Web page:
Rewards charts are also excellent ways to keep the child on the right track, and a great way to have something tangible to show the deployed parent. If mom is away on a trip for several weeks, the child can keep track of his or her positive choices and actions with stickers. When mom returns from the field, he or she can relive the achievements with her and earn praise from her as well. Likewise, if a child’s father is deployed for months on end, you could help your son or daughter journal about their behavior, then share it with the parent during phone conversations and skype sessions. For example, ask your son or daughter to record one poor choice and one positive choice each day. Hopefully, before too long it will become more difficult for the child to think of poor choices they’ve made because they’re behaving so well. If a child has to write about negative choices and their consequences, he or she is really forced to think about that action.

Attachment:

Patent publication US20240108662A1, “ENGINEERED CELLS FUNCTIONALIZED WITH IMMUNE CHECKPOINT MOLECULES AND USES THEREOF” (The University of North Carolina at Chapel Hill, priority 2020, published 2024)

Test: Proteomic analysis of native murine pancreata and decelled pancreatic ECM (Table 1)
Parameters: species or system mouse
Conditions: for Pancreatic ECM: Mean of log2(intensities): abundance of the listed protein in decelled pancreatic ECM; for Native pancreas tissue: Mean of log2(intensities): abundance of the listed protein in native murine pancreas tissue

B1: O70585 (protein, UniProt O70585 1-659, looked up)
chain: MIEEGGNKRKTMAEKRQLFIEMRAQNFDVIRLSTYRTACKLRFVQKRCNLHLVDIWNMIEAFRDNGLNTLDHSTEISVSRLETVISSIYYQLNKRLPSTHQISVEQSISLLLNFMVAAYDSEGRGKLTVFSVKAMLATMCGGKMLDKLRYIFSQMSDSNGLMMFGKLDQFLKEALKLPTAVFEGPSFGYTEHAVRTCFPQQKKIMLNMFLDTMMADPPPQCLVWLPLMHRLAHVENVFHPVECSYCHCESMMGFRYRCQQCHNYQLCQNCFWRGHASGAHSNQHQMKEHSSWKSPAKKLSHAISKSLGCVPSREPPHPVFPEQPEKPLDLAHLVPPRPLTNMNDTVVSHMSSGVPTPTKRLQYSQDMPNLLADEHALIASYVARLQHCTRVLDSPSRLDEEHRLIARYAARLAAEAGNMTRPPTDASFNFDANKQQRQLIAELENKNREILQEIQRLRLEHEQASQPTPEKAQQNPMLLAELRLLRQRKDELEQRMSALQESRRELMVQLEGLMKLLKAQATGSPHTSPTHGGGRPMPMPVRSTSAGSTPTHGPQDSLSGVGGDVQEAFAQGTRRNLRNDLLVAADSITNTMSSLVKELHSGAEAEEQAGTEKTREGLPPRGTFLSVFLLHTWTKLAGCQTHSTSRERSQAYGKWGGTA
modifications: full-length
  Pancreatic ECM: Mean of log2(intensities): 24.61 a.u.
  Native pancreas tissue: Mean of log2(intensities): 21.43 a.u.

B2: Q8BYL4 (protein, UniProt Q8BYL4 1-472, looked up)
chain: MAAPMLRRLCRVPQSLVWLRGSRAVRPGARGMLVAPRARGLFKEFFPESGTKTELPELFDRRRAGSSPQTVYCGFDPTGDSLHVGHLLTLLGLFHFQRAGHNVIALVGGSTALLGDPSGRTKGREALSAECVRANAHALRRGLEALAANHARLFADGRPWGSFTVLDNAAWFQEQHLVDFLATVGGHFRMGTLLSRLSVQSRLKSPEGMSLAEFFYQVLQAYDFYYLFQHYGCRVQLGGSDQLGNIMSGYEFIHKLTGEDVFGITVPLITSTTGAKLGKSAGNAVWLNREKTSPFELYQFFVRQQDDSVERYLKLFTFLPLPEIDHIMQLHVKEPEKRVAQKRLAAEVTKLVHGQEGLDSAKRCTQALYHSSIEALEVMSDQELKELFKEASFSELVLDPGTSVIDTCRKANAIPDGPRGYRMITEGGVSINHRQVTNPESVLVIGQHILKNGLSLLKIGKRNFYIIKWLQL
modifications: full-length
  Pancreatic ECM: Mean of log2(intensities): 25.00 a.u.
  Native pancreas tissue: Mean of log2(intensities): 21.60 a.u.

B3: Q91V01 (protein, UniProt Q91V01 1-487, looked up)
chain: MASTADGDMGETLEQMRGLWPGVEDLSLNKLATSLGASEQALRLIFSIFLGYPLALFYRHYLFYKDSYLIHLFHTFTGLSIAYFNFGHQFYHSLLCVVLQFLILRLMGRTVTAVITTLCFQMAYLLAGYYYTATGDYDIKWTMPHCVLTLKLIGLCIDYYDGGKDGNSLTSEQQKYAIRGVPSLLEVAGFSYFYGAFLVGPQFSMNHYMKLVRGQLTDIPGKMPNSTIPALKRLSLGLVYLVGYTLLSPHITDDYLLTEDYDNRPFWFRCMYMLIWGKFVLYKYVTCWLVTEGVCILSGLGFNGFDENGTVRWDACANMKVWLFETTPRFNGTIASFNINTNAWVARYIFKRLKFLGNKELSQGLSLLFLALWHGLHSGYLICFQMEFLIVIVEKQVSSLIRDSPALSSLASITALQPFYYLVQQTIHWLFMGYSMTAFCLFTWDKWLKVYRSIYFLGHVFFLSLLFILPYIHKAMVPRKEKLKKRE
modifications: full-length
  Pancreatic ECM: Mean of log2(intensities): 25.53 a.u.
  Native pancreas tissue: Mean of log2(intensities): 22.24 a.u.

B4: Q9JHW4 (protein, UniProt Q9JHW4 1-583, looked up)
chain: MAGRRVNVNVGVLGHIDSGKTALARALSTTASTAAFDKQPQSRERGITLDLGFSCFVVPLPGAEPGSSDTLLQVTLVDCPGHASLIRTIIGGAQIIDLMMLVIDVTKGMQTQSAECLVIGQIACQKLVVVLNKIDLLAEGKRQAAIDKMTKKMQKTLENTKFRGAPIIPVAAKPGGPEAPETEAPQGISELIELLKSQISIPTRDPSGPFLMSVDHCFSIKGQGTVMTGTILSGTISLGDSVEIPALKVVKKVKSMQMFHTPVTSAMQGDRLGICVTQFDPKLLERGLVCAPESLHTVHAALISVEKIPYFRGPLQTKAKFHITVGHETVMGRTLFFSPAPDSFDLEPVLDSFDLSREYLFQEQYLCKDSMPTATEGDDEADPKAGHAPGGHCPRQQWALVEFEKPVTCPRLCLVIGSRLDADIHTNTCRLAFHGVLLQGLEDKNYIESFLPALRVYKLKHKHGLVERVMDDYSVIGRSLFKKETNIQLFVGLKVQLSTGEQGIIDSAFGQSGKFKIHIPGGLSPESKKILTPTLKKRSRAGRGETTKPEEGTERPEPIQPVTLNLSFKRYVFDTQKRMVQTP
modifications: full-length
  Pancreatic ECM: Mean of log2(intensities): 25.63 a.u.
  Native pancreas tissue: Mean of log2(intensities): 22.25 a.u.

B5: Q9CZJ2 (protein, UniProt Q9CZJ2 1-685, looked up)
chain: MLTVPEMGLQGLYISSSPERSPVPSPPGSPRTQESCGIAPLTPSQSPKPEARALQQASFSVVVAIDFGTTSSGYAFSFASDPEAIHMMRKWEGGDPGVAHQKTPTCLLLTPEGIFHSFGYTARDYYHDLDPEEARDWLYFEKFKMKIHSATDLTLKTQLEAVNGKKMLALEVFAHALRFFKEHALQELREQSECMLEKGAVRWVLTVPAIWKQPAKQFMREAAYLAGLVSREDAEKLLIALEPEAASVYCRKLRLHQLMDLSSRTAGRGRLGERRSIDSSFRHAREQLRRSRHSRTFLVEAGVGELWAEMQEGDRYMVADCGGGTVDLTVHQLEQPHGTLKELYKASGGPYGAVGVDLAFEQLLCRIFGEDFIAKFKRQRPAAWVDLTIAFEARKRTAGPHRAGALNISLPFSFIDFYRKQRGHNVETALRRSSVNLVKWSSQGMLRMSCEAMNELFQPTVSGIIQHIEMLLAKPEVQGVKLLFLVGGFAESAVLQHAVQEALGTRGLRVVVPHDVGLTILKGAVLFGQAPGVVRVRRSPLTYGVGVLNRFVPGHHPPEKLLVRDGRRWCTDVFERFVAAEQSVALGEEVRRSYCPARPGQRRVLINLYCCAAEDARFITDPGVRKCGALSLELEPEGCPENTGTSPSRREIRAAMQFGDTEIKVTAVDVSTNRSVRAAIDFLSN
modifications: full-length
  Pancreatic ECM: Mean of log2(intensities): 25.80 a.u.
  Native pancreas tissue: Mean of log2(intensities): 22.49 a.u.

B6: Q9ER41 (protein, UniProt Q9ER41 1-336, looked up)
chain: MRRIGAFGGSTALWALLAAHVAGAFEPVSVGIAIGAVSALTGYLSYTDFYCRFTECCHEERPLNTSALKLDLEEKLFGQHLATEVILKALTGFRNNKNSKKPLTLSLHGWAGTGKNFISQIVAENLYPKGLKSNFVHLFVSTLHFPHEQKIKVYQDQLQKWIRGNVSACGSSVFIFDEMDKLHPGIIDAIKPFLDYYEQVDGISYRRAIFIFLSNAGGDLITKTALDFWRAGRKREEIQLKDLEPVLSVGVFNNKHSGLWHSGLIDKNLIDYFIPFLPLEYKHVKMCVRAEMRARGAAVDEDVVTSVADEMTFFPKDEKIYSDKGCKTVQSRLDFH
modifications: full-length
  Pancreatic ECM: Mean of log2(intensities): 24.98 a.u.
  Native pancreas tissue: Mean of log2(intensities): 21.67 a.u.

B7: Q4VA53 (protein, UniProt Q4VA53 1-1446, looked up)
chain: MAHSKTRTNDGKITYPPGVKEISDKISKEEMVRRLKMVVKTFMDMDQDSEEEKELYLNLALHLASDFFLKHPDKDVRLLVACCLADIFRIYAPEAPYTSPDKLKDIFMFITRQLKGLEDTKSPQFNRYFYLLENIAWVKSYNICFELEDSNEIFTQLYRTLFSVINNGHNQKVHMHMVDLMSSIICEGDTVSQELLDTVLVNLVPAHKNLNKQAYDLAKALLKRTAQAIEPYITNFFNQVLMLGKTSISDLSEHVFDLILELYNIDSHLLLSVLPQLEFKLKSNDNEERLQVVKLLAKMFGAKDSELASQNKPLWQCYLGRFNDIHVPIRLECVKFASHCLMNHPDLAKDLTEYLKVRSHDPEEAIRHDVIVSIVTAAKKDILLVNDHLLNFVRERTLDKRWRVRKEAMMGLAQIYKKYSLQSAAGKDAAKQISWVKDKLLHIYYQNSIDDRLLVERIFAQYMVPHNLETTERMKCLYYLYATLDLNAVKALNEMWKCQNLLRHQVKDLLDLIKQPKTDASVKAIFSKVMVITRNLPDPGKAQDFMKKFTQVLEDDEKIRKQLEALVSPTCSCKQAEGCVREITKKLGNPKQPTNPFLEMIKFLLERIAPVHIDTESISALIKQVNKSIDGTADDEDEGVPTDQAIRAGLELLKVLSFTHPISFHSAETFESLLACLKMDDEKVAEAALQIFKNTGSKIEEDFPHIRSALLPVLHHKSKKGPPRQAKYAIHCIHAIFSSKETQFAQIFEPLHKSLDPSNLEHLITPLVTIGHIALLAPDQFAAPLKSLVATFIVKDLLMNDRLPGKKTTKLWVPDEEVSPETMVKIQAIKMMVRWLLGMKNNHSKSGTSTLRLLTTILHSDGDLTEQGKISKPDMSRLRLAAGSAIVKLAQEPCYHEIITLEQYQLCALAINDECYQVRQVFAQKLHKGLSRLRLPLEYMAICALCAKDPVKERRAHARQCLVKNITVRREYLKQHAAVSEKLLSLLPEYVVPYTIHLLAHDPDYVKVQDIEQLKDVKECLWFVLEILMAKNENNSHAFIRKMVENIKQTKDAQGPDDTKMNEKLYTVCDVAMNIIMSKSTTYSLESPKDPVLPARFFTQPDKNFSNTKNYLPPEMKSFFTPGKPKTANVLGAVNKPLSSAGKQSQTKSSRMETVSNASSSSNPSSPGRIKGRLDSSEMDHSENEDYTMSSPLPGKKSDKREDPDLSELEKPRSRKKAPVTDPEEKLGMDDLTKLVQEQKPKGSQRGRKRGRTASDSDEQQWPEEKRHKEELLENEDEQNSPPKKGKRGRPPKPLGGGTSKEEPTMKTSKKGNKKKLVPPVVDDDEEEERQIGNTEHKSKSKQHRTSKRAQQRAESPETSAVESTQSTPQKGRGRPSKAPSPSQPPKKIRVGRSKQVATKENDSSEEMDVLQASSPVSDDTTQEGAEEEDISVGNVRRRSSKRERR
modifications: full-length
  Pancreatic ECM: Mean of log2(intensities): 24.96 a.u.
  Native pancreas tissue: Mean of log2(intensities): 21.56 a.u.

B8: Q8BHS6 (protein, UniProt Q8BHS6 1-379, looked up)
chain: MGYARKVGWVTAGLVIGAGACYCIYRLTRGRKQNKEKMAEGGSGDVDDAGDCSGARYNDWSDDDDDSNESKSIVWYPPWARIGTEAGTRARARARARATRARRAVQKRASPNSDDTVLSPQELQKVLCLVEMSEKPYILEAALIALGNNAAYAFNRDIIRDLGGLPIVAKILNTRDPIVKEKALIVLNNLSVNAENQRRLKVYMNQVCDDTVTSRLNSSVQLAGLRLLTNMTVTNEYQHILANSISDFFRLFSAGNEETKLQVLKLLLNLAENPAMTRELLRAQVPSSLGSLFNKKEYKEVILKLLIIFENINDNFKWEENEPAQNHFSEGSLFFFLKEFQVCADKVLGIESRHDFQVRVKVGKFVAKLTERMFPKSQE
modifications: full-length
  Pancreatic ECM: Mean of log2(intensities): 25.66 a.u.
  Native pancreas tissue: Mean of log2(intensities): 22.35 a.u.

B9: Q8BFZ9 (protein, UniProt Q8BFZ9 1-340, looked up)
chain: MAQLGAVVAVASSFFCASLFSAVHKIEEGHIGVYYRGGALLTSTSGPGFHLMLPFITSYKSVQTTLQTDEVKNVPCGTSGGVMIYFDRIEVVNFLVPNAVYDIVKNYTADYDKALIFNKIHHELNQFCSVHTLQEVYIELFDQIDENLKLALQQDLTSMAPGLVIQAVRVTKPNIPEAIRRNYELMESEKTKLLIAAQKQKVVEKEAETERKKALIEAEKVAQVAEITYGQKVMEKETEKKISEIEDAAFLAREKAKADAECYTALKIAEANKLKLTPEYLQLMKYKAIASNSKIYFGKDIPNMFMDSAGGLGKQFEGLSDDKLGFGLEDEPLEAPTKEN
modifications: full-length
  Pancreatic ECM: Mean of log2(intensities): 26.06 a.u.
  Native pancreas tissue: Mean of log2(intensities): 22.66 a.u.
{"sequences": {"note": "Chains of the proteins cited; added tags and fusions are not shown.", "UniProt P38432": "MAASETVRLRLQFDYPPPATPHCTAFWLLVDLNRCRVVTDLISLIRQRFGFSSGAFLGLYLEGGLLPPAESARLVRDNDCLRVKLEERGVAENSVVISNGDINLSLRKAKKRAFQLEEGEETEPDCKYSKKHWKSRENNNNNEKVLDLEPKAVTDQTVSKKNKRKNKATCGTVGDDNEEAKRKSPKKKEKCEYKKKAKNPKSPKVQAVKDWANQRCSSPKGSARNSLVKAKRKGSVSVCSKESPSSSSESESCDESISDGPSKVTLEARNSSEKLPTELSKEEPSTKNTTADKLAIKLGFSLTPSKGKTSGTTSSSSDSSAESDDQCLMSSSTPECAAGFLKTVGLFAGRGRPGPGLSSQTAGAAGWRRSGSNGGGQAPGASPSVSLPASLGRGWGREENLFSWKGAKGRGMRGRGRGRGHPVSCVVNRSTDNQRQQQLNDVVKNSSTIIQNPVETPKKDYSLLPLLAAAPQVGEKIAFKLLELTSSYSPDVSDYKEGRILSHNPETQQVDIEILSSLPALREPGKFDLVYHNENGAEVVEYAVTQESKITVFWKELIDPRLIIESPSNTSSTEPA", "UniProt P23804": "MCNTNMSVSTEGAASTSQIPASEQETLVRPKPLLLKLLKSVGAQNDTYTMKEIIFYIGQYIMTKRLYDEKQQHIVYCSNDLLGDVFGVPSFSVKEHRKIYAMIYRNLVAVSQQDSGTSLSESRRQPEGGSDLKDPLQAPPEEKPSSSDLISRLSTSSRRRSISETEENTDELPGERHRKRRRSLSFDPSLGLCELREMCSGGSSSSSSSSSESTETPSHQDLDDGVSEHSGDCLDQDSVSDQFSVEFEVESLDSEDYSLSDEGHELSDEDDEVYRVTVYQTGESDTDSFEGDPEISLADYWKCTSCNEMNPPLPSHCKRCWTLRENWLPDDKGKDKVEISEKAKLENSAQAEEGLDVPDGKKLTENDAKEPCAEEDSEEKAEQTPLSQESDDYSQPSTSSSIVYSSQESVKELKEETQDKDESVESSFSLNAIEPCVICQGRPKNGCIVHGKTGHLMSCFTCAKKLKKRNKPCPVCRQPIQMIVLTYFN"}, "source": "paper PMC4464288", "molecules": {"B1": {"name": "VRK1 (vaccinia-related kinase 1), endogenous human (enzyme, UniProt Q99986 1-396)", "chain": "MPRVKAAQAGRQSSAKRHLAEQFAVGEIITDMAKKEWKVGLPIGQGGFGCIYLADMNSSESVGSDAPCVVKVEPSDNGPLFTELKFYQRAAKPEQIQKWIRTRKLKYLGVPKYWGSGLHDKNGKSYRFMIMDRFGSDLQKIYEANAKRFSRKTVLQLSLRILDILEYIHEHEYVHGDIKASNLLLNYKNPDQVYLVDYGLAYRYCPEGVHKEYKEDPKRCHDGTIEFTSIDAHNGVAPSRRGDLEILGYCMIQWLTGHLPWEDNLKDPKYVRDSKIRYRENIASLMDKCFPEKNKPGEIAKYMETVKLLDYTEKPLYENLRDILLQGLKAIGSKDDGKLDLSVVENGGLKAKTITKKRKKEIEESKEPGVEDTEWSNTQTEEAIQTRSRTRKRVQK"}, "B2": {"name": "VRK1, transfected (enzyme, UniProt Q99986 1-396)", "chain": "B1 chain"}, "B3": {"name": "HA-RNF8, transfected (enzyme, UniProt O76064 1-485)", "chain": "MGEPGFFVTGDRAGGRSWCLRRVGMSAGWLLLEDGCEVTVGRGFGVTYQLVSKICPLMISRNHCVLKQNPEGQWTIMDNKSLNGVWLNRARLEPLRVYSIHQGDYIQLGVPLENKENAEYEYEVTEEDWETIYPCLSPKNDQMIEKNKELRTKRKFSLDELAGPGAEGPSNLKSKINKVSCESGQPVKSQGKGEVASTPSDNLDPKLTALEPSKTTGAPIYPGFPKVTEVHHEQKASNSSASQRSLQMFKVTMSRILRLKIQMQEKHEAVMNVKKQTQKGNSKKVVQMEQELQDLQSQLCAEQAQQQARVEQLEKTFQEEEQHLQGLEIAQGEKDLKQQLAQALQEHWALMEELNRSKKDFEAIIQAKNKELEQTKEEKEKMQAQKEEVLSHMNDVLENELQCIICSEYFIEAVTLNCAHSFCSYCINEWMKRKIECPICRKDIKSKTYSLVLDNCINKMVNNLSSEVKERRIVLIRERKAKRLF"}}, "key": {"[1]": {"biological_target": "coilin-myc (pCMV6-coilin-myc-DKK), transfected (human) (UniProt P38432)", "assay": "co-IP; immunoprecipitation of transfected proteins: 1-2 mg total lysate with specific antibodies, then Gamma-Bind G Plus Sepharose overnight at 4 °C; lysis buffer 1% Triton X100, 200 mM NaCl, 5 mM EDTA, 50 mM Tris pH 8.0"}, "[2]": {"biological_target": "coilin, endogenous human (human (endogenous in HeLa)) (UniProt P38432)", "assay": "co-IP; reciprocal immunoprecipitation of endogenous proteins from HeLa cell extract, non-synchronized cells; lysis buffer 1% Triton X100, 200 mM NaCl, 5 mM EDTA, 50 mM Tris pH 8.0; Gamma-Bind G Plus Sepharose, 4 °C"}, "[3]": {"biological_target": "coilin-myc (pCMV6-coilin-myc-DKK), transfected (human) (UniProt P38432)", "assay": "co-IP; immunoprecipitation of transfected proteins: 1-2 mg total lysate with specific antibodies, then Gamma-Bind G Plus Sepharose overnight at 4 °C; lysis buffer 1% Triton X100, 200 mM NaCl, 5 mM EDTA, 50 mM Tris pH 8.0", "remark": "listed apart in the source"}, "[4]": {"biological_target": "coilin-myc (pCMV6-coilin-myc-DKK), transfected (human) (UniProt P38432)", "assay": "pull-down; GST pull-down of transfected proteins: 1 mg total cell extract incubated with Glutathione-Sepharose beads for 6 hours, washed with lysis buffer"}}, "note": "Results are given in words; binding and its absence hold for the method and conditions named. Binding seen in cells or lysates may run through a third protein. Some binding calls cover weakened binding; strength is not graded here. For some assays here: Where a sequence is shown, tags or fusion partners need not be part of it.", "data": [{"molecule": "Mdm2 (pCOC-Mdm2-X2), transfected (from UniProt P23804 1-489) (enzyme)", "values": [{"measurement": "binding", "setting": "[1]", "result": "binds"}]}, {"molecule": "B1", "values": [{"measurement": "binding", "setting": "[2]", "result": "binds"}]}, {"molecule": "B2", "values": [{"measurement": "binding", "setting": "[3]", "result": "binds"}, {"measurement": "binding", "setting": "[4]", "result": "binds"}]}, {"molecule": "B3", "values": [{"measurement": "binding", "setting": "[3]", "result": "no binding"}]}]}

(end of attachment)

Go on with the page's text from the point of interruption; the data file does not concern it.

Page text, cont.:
The bottom line is this: divided never equals conquered when it comes to distance due to deployments, but divided will equal conquered when it comes to parenting styles and discipline. It is important to maintain a united front at all times when parenting your children and setting examples for them. “If both parents stand firm on a particular issue, there is no leeway,” Dillon said. “Plus, it can help avoid the child siding with one parent over the other which can lead to difficulties and further conflict, especially when parents are separated. Consistency is terribly important when it comes to discipline and the techniques must be age-appropriate.”
Your child’s pediatrician can also play a key role in your parenting techniques; feel free to discuss age-appropriate punishments, expectations and rewards programs with your child’s doctor whenever you have concerns.